Recently I joked to one of my closest friends that I would write a blog about her one day and that I would call her my floppy leg friend. I think she thought I was joking.
I write about this dear friend of mine Chloe, because she has been a game changer for me with my Fibro journey. There have been so many days that I felt I could not go on and she has kept me going. All I have to do is message or call her and she will listen to me rant and cry, agree with everything I am saying (even when I am clearly sounding like a crazy woman) and then turn the conversation into a barrel of laughs. For that I am forever grateful.
We met in October 2017 at a residential pain clinic where we were next to each other on a ward, but taking part in different pain management programs. I was on a one week independent programme (which Chloe had previously already done) and Chloe was on a three week group programme. From the first night we clicked and spent the week staying up getting to know each other’s pain stories as well as giggling like two small school girls in a week long sleepover. I think…actually I know that we drove other patients crazy with our silly chats but we began the best of friendships. We stayed up some nights until the early hours of the morning because neither of us slept well anyway so we just kept chatting.
I have so many hilarious memories from that week, one being when I tried to teach Chloe to crochet. I’m not the most patient of teachers and Chloe is not the most patient student either so we made a great team… The ladies in the beds behind us later informed us that we entertained them greatly while they listened to us bite at each other during this teaching moment, lots of ‘No Chloe not like that’ or patronising ‘Well done you’re getting it’, while Chloe constantly gasped ‘Now what am I supposed to do?’ or ‘Is that the right hole?’. Chloe did manage to produce the smallest of granny squares which a year later I turned into a key ring for Chloe to remember our never to be repeated lesson.
After our week long sleepover we both realised that having a friend also dealing with chronic pain is so different to other friendships. We don’t have to explain ourselves to one another or put on an act to seem like we are fine. If one of us says we are having a crap day the other does not need details or have to ask why, we just know. Sometimes we do share the details of why our day is crap, other times we don’t. Yet every conversation ends up with us laughing even if we were crying to begin with. We have had some of the most random conversations about the strangest things and each time it lifts our spirits.
There have even been days where both of us are so fatigued and in so much pain that we are unable to do a lot so we have spent the majority of the day on the phone to one another talking about anything and everything. We have even made imaginary plans to build a home for others with chronic pain and how we would run it to boost the lives of others in the ways we feel would help improve quality of life…if only we had a rich investor (or husband).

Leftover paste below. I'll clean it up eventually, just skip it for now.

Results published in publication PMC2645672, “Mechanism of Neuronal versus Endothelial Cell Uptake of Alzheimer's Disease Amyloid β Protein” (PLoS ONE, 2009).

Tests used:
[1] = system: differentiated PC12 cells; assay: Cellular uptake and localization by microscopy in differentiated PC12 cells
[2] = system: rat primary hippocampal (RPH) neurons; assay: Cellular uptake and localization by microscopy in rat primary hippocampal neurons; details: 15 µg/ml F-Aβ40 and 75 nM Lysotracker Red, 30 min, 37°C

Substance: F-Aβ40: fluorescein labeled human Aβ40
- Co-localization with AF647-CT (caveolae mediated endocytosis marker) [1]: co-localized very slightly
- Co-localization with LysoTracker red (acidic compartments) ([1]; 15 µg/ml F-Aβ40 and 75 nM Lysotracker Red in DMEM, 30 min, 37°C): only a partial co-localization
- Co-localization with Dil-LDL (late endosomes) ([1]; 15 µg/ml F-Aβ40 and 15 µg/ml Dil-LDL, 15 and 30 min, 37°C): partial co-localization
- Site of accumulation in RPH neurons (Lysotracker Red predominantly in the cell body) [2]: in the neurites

My husband laughs because if we are on the phone together he knows that the phone call is likely to last anything up to three hours. We live an hours drive apart so we don’t get to meet up very often but we still check in with each other most days. My kids absolutely adore Chloe too and my daughter has even asked to be allowed to email her herself. I love this because Chloe also understands how hard I find it being a Mum with Fibro and she makes a huge fuss of them to boost their confidence.
Although we both have chronic pain we both have a different diagnosis. This is how she got the nickname Floppy Leg Friend (FLP) as she has Chronic Regional Pain Syndrome (CRPS) which affects her right leg. At a young age Chloe had an operation on her back and the surgeon drilled into a nerve. This was obviously extremely painful and had to be corrected. Although the nerve has healed, she has been left with shooting pains in her leg as well as back pain. The simplest way I describe CRPS is that your nerves remember the pain of the trauma it experienced, such as a broken bone or nerve damage, and that part of your body also has swelling and colour changes where the pain originated from, usually in a limb (this is only my own description I have used with my children or people I know asking about CRPS, please refer to the NHS website for a more accurate description). Due to the extreme pain she has had in her leg for nine years, it does not function like it should and for her is almost like dead weight. So I have named her leg floppy (I hope this does not offend others with CRPS).
CRPS is a horrible illness that I didn’t know much about until we met. I believe people should be more informed about CRPS because simple things like vibrations, weather changes, even fabrics or water touching the affected area increases their pain in an unimaginable way. From this the sufferer has increased anxiety, which is understandable because if you know how much it will hurt when someone accidentally brushes past you, then you would be on edge all the time. I plan to write about CRPS in more detail one day where I can reference valuable information as well as talk about the experiences of other sufferers that I have met.
I do hope that those of you reading this also have at least one friend in your life who knows how to pick you up when you are down. No judgments, no questions, they just know what you need and when you need it. I believe that having laughter and silliness in your life is essential, especially when you are hurting physically or emotionally. For those of you who feel alone, like you don’t have that one person, please please post a comment, send a message or join a group locally or online. Try and find someone who can make you smile through the tears, they are worth their weight in gold.
Chloe, I love you dearly and I am blessed to have you in my life 😘